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Q&A: Danny Turner, Global SVP Creative Programming, Mood Media

Danny Turner has built his career on music. He has worked as director of programming for XM Satellite Radio and is now global senior vice president of creative programming at Mood Media, a company that builds “in-store experiences” to improve the customer experience. In many cases, this includes creating and curating ambient music playlists and other media for consumers to encounter in the store. With the holiday season (and its seemingly constant soundtrack) approaching, Turner spoke with Marketing Daily about what goes into creating a great brand playlist. 

How does a music playlist affect a shopping experience?

Music absolutely does impact and elevate the customer experience when done right. It’s very primal in its nature, in that music is one of the most evocative mediums out there. I don’t think there’s anything that evokes fond memories or perceptions of environment or experience more clearly than music. It touches everything that we do. What it comes down to is with the challenges that brick-and-mortar retail is facing, it’s all about elevating the customer experience, and music is one of the most singularly effective ways to do so.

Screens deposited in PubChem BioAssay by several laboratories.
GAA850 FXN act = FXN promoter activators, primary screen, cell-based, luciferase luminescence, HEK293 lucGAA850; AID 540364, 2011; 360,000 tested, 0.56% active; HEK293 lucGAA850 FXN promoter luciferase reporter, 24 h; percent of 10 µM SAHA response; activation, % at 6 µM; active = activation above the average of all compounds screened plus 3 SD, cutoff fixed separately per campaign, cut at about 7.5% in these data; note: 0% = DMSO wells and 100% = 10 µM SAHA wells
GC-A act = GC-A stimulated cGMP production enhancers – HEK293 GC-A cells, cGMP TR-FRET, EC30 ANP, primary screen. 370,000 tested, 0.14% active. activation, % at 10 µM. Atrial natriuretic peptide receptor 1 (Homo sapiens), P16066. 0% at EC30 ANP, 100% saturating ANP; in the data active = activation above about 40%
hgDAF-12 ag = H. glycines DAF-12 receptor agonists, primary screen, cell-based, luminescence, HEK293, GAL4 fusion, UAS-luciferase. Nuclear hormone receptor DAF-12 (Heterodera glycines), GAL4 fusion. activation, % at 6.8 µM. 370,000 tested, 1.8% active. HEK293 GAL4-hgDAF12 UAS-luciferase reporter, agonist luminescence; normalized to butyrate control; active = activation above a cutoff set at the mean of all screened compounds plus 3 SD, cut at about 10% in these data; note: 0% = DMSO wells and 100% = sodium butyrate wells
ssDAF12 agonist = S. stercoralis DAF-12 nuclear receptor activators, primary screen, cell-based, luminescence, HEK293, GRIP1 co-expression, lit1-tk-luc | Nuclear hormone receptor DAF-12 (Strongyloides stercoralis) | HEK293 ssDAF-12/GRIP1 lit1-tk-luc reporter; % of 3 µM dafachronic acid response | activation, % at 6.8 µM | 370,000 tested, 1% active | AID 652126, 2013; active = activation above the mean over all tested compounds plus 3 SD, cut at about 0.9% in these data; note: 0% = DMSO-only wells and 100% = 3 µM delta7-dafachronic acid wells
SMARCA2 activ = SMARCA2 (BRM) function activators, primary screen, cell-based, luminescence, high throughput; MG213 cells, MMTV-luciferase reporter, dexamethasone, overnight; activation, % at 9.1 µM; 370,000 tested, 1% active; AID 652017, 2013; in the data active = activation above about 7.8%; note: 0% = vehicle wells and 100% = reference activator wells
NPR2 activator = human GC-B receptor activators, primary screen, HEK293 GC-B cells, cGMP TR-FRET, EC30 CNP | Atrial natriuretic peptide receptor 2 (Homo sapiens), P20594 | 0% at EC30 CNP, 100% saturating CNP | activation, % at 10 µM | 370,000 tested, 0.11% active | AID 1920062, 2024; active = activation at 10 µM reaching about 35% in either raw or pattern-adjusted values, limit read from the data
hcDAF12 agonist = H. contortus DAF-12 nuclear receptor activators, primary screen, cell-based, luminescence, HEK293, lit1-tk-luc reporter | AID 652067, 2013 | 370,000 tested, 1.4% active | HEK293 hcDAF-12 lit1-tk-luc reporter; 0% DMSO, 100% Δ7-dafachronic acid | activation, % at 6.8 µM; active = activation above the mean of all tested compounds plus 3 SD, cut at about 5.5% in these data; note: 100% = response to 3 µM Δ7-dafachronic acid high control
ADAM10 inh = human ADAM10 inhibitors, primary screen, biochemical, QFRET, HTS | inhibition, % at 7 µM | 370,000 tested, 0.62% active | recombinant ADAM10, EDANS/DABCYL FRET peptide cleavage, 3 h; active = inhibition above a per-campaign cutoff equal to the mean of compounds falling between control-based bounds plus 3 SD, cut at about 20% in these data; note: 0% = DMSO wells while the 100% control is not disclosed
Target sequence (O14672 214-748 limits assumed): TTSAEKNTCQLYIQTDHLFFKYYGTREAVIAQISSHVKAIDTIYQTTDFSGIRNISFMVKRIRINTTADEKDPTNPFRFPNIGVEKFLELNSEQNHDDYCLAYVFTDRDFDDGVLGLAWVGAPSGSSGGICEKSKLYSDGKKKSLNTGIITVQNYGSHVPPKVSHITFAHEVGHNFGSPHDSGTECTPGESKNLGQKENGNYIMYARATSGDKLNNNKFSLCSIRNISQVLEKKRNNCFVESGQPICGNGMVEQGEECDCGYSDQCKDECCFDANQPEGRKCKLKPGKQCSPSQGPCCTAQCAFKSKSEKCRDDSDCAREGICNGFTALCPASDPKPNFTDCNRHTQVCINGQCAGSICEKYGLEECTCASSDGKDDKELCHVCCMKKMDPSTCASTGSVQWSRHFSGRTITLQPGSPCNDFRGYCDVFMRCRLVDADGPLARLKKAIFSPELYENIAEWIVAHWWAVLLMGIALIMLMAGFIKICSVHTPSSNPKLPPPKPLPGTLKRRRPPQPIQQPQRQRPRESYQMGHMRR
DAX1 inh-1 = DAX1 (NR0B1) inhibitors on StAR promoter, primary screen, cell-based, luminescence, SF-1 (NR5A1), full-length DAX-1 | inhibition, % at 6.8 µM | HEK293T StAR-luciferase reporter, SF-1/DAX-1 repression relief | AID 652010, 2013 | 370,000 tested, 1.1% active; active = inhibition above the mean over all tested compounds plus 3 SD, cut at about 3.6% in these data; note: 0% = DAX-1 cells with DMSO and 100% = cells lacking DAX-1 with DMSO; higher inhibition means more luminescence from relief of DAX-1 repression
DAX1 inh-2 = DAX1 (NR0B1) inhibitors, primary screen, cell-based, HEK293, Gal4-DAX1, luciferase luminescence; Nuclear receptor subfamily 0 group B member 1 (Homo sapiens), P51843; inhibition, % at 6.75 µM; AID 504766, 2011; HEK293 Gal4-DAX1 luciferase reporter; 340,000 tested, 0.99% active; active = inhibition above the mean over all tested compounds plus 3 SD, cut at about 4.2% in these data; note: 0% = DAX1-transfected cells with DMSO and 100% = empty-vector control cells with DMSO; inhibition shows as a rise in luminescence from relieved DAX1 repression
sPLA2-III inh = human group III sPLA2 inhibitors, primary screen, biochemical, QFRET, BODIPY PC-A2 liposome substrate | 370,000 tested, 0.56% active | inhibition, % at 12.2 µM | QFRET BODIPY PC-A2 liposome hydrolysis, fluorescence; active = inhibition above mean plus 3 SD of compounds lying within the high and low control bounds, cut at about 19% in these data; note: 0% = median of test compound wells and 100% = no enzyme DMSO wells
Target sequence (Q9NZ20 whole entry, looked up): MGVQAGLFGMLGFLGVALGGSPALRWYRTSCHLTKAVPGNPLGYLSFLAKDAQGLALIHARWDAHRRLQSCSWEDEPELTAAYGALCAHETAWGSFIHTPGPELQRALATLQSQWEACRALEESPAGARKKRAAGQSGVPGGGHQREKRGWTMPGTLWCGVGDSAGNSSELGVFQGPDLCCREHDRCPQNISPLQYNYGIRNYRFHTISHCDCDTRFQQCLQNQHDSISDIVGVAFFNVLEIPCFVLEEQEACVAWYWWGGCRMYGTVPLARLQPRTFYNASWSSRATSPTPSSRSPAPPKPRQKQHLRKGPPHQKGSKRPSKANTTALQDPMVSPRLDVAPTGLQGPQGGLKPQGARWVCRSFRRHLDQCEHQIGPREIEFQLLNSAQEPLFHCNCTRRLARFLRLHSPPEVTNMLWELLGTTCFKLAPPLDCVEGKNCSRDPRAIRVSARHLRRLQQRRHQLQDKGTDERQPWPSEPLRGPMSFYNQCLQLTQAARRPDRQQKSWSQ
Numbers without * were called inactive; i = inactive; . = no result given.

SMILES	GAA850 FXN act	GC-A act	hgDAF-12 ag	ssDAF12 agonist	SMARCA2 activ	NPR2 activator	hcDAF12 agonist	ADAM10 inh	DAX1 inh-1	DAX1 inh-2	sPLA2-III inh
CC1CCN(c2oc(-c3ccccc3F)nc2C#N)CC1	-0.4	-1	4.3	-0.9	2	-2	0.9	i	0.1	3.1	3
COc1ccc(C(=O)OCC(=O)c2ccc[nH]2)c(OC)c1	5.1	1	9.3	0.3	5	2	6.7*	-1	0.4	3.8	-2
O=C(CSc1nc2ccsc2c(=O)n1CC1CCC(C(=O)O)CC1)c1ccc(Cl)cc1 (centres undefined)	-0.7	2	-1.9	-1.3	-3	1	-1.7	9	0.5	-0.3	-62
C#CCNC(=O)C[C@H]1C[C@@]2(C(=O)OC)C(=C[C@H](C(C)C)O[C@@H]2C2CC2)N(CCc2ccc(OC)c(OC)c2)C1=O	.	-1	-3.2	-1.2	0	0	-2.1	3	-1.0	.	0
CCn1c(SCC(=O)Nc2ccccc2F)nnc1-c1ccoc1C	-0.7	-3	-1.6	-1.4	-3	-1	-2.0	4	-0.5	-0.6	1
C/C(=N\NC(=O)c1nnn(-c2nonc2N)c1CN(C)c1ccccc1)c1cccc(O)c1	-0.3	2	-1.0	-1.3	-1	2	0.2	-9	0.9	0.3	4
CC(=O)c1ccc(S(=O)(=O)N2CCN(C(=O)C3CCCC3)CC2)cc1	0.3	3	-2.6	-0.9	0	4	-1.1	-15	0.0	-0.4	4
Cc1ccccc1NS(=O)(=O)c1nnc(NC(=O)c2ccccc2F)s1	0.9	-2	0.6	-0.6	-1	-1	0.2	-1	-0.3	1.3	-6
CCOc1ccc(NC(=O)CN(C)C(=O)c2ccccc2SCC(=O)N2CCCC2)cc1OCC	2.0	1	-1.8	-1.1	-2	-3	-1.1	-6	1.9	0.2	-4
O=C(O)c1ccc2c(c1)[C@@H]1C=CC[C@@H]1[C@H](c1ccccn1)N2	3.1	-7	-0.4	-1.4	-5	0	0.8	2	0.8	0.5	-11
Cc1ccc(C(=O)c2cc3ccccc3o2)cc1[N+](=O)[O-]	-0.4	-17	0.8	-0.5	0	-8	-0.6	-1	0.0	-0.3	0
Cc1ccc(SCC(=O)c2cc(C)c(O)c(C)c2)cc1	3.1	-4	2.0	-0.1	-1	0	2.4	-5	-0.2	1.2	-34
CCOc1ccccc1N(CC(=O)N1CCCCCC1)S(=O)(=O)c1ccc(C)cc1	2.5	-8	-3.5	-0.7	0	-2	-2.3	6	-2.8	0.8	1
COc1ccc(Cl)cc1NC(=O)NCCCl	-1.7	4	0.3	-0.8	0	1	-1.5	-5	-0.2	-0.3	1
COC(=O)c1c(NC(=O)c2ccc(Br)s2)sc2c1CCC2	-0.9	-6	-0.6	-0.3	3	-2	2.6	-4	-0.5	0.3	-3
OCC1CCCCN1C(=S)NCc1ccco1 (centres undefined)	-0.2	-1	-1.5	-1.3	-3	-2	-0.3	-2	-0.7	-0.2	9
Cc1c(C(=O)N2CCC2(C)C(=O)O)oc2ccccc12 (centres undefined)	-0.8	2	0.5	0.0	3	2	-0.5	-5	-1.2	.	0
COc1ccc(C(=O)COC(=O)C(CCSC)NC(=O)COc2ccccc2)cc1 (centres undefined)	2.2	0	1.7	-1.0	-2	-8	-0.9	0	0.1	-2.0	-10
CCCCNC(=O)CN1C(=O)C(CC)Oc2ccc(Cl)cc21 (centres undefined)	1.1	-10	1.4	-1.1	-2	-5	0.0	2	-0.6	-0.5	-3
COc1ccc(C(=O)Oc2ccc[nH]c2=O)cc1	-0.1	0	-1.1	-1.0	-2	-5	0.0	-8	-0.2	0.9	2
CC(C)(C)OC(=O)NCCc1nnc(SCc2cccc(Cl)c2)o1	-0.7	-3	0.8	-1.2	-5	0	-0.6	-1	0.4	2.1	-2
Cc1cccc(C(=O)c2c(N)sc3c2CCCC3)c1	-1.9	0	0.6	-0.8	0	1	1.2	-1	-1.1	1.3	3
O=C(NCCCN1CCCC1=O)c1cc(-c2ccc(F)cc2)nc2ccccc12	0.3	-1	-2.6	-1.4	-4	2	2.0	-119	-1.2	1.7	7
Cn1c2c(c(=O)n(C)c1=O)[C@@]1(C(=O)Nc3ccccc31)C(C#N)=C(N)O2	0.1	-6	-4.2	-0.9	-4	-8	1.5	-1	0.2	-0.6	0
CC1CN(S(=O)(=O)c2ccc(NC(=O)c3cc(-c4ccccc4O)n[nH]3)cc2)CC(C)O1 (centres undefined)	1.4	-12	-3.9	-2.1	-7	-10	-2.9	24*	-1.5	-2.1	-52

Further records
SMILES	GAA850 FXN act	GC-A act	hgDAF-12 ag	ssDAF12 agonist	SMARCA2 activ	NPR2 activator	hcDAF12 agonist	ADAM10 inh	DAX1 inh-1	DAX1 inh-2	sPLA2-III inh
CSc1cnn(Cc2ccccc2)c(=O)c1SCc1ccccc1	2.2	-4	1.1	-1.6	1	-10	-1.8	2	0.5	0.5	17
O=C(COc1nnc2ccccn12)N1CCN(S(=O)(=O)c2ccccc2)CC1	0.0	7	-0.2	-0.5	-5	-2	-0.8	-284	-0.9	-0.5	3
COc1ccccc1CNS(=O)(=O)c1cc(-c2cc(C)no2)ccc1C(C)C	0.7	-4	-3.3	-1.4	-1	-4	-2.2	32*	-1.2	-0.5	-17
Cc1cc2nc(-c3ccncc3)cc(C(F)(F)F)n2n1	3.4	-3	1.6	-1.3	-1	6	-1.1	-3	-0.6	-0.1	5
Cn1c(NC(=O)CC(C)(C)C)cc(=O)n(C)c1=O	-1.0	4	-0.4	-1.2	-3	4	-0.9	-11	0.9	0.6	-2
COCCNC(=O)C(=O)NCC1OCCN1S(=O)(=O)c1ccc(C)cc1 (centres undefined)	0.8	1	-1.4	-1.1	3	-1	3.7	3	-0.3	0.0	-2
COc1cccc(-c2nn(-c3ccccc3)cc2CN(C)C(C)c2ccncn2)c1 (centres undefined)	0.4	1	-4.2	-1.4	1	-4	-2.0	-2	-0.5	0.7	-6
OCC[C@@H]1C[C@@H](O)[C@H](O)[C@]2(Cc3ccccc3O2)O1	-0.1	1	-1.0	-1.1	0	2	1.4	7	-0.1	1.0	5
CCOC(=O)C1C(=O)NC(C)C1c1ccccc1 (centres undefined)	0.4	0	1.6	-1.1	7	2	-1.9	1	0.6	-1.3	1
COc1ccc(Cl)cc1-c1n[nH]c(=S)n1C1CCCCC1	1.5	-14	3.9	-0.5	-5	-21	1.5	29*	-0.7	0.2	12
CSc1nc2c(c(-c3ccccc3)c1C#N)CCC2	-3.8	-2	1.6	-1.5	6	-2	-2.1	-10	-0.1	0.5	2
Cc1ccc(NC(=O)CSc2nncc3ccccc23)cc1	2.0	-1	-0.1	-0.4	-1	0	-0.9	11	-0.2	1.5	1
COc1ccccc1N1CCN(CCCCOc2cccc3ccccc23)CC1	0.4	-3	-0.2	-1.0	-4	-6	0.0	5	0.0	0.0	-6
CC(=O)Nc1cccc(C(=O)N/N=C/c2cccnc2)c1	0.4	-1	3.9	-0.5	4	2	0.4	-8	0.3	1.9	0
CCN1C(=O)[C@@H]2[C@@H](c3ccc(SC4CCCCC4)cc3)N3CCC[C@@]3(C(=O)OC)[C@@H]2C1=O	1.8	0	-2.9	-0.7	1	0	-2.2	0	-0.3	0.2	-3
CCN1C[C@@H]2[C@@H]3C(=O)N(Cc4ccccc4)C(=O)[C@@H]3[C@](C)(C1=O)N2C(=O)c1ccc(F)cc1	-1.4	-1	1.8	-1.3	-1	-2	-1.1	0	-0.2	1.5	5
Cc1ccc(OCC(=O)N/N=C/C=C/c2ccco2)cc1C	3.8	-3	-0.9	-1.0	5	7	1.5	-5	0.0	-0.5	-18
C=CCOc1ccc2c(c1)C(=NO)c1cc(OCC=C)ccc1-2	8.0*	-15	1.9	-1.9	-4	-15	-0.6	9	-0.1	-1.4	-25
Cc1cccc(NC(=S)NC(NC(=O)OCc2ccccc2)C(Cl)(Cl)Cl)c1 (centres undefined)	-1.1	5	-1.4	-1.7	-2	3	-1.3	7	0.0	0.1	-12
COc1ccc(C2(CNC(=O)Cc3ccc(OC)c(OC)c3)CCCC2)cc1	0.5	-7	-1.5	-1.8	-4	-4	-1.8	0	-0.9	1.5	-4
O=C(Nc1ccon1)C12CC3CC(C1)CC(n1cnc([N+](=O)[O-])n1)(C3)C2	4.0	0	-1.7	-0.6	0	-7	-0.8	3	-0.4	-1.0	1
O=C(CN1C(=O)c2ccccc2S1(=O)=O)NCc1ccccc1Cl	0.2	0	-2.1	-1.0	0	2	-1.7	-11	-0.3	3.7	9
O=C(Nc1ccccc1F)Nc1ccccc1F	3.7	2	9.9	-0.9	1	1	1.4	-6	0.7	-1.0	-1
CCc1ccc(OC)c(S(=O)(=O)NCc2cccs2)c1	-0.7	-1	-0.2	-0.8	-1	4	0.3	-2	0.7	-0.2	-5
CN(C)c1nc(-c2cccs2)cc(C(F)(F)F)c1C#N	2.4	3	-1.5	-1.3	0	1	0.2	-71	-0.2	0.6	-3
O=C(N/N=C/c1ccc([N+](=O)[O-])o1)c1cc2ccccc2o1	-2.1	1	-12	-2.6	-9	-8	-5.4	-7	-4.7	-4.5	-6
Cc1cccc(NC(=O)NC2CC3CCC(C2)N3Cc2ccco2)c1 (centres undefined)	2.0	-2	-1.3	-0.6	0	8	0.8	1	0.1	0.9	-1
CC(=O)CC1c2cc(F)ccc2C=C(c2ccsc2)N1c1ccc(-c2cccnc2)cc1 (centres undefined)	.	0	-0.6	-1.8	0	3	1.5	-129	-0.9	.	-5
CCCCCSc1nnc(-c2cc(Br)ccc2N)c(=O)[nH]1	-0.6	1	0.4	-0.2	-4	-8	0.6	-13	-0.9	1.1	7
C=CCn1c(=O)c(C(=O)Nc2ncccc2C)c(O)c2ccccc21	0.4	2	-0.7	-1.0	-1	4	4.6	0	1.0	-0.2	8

What should the ultimate goal be of using music to elevate the experience?

It begins and ends with the brand. Often in this industry what ends up happening is folks start with a music solution first and try to work their way back to a brand. That strikes us as absolutely contrary, because it’s all about putting the brand experience first. Music is one of the last things that I talk about in the process, because it’s all about discovery and affinity for a brand. We look at a brand and what are the aspirations targets for the brand, and then we being to use those points to inform our music decisions. 

What attributes are you looking for?

The attributes can be anything from the words that they use to describe themselves, because then you can distill the words that are centric. If it’s a restaurant, the environment is incredibly important. We look at the textures in a restaurant. We look at color combinations and tones, and we spend a great deal of time reviewing the menu, because the menu will reveal a lot about what a restaurant is trying to accomplish. Once you begin doing that, it’s easy to connect those attributes and informed music decisions.

How do you translate those attributes into a playlist?

We have a team of 35 music designers across the country. Each of these are accomplished music professionals. Whether they’re DJs with residencies, musicians or producers. Everyone that’s on my team has to have a special relationship with music. We’ll pair a brand up with a music designer that is spot on for that brand, lives the lifestyle and is better able to understand it. From there we create the linkages from those brands and music decisions. 

Now we have machine learning that can put these things together. How does the human element play into what you do?